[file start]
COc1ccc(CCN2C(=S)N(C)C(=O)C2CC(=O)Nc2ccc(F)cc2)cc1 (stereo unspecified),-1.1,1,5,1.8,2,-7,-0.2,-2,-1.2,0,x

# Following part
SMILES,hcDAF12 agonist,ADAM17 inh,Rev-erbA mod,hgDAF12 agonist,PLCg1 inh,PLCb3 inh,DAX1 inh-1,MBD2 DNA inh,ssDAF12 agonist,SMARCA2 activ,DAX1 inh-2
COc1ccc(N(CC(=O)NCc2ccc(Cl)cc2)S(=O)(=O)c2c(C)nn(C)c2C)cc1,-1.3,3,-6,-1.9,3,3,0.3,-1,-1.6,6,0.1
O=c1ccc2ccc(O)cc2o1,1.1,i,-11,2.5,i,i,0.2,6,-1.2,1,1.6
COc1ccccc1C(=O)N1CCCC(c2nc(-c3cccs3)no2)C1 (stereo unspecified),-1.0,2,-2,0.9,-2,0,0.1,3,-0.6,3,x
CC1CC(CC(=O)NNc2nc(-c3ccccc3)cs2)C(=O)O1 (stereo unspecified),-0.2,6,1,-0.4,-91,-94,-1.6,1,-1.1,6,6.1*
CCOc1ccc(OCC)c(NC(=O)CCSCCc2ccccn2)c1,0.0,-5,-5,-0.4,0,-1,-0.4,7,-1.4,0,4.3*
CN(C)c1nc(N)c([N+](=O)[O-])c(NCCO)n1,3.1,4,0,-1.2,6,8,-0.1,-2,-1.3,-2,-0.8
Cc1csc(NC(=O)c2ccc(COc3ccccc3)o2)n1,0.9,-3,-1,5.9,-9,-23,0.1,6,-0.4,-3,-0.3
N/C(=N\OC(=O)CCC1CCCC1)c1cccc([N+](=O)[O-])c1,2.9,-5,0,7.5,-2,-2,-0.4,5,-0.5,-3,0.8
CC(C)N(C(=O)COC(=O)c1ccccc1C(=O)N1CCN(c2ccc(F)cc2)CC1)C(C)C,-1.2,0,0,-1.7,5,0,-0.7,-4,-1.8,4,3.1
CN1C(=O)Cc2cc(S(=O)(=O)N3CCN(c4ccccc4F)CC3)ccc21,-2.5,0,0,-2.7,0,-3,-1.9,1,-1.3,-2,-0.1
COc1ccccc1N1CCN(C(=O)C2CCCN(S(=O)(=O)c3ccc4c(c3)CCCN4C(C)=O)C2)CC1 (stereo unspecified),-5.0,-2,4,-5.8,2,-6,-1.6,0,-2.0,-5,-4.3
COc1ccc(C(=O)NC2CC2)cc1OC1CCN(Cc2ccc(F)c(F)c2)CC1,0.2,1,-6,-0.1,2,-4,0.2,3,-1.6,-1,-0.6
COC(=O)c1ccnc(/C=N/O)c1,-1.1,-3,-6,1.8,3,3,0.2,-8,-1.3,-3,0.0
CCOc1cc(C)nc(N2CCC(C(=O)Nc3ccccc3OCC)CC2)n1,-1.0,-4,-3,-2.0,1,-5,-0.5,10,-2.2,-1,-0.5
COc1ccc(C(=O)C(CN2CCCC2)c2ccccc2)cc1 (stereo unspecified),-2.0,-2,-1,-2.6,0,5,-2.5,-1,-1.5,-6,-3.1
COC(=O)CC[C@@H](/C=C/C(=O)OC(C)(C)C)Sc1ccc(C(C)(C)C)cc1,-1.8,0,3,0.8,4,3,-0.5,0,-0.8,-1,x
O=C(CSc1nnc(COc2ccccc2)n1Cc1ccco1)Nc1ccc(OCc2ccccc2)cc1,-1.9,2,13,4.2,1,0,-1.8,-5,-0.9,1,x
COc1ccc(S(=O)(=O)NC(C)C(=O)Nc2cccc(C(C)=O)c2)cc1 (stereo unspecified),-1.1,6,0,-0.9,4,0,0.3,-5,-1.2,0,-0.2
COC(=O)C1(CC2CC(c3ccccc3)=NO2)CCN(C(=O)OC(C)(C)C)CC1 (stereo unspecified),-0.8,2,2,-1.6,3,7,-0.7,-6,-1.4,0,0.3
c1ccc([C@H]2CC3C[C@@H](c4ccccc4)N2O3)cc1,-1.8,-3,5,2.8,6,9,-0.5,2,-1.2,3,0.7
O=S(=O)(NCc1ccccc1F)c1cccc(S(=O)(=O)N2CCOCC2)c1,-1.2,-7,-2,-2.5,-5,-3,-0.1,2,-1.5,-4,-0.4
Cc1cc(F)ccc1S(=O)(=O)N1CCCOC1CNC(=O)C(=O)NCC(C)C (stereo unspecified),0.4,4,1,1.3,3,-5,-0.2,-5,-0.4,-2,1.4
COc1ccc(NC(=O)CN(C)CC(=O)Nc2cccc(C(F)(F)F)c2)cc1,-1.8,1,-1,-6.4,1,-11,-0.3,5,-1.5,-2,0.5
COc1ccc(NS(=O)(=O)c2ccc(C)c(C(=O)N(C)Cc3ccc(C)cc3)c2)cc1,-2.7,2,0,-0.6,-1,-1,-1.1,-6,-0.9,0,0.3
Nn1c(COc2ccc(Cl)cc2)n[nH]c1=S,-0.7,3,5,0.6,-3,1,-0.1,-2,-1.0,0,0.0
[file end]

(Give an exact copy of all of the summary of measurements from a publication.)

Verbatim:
COc1ccc(CCN2C(=S)N(C)C(=O)C2CC(=O)Nc2ccc(F)cc2)cc1 (stereo unspecified),-1.1,1,5,1.8,2,-7,-0.2,-2,-1.2,0,x

# Following part
SMILES,hcDAF12 agonist,ADAM17 inh,Rev-erbA mod,hgDAF12 agonist,PLCg1 inh,PLCb3 inh,DAX1 inh-1,MBD2 DNA inh,ssDAF12 agonist,SMARCA2 activ,DAX1 inh-2
COc1ccc(N(CC(=O)NCc2ccc(Cl)cc2)S(=O)(=O)c2c(C)nn(C)c2C)cc1,-1.3,3,-6,-1.9,3,3,0.3,-1,-1.6,6,0.1
O=c1ccc2ccc(O)cc2o1,1.1,i,-11,2.5,i,i,0.2,6,-1.2,1,1.6
COc1ccccc1C(=O)N1CCCC(c2nc(-c3cccs3)no2)C1 (stereo unspecified),-1.0,2,-2,0.9,-2,0,0.1,3,-0.6,3,x
CC1CC(CC(=O)NNc2nc(-c3ccccc3)cs2)C(=O)O1 (stereo unspecified),-0.2,6,1,-0.4,-91,-94,-1.6,1,-1.1,6,6.1*
CCOc1ccc(OCC)c(NC(=O)CCSCCc2ccccn2)c1,0.0,-5,-5,-0.4,0,-1,-0.4,7,-1.4,0,4.3*
CN(C)c1nc(N)c([N+](=O)[O-])c(NCCO)n1,3.1,4,0,-1.2,6,8,-0.1,-2,-1.3,-2,-0.8
Cc1csc(NC(=O)c2ccc(COc3ccccc3)o2)n1,0.9,-3,-1,5.9,-9,-23,0.1,6,-0.4,-3,-0.3
N/C(=N\OC(=O)CCC1CCCC1)c1cccc([N+](=O)[O-])c1,2.9,-5,0,7.5,-2,-2,-0.4,5,-0.5,-3,0.8
CC(C)N(C(=O)COC(=O)c1ccccc1C(=O)N1CCN(c2ccc(F)cc2)CC1)C(C)C,-1.2,0,0,-1.7,5,0,-0.7,-4,-1.8,4,3.1
CN1C(=O)Cc2cc(S(=O)(=O)N3CCN(c4ccccc4F)CC3)ccc21,-2.5,0,0,-2.7,0,-3,-1.9,1,-1.3,-2,-0.1
COc1ccccc1N1CCN(C(=O)C2CCCN(S(=O)(=O)c3ccc4c(c3)CCCN4C(C)=O)C2)CC1 (stereo unspecified),-5.0,-2,4,-5.8,2,-6,-1.6,0,-2.0,-5,-4.3
COc1ccc(C(=O)NC2CC2)cc1OC1CCN(Cc2ccc(F)c(F)c2)CC1,0.2,1,-6,-0.1,2,-4,0.2,3,-1.6,-1,-0.6
COC(=O)c1ccnc(/C=N/O)c1,-1.1,-3,-6,1.8,3,3,0.2,-8,-1.3,-3,0.0
CCOc1cc(C)nc(N2CCC(C(=O)Nc3ccccc3OCC)CC2)n1,-1.0,-4,-3,-2.0,1,-5,-0.5,10,-2.2,-1,-0.5
COc1ccc(C(=O)C(CN2CCCC2)c2ccccc2)cc1 (stereo unspecified),-2.0,-2,-1,-2.6,0,5,-2.5,-1,-1.5,-6,-3.1
COC(=O)CC[C@@H](/C=C/C(=O)OC(C)(C)C)Sc1ccc(C(C)(C)C)cc1,-1.8,0,3,0.8,4,3,-0.5,0,-0.8,-1,x
O=C(CSc1nnc(COc2ccccc2)n1Cc1ccco1)Nc1ccc(OCc2ccccc2)cc1,-1.9,2,13,4.2,1,0,-1.8,-5,-0.9,1,x
COc1ccc(S(=O)(=O)NC(C)C(=O)Nc2cccc(C(C)=O)c2)cc1 (stereo unspecified),-1.1,6,0,-0.9,4,0,0.3,-5,-1.2,0,-0.2
COC(=O)C1(CC2CC(c3ccccc3)=NO2)CCN(C(=O)OC(C)(C)C)CC1 (stereo unspecified),-0.8,2,2,-1.6,3,7,-0.7,-6,-1.4,0,0.3
c1ccc([C@H]2CC3C[C@@H](c4ccccc4)N2O3)cc1,-1.8,-3,5,2.8,6,9,-0.5,2,-1.2,3,0.7
O=S(=O)(NCc1ccccc1F)c1cccc(S(=O)(=O)N2CCOCC2)c1,-1.2,-7,-2,-2.5,-5,-3,-0.1,2,-1.5,-4,-0.4
Cc1cc(F)ccc1S(=O)(=O)N1CCCOC1CNC(=O)C(=O)NCC(C)C (stereo unspecified),0.4,4,1,1.3,3,-5,-0.2,-5,-0.4,-2,1.4
COc1ccc(NC(=O)CN(C)CC(=O)Nc2cccc(C(F)(F)F)c2)cc1,-1.8,1,-1,-6.4,1,-11,-0.3,5,-1.5,-2,0.5
COc1ccc(NS(=O)(=O)c2ccc(C)c(C(=O)N(C)Cc3ccc(C)cc3)c2)cc1,-2.7,2,0,-0.6,-1,-1,-1.1,-6,-0.9,0,0.3
Nn1c(COc2ccc(Cl)cc2)n[nH]c1=S,-0.7,3,5,0.6,-3,1,-0.1,-2,-1.0,0,0.0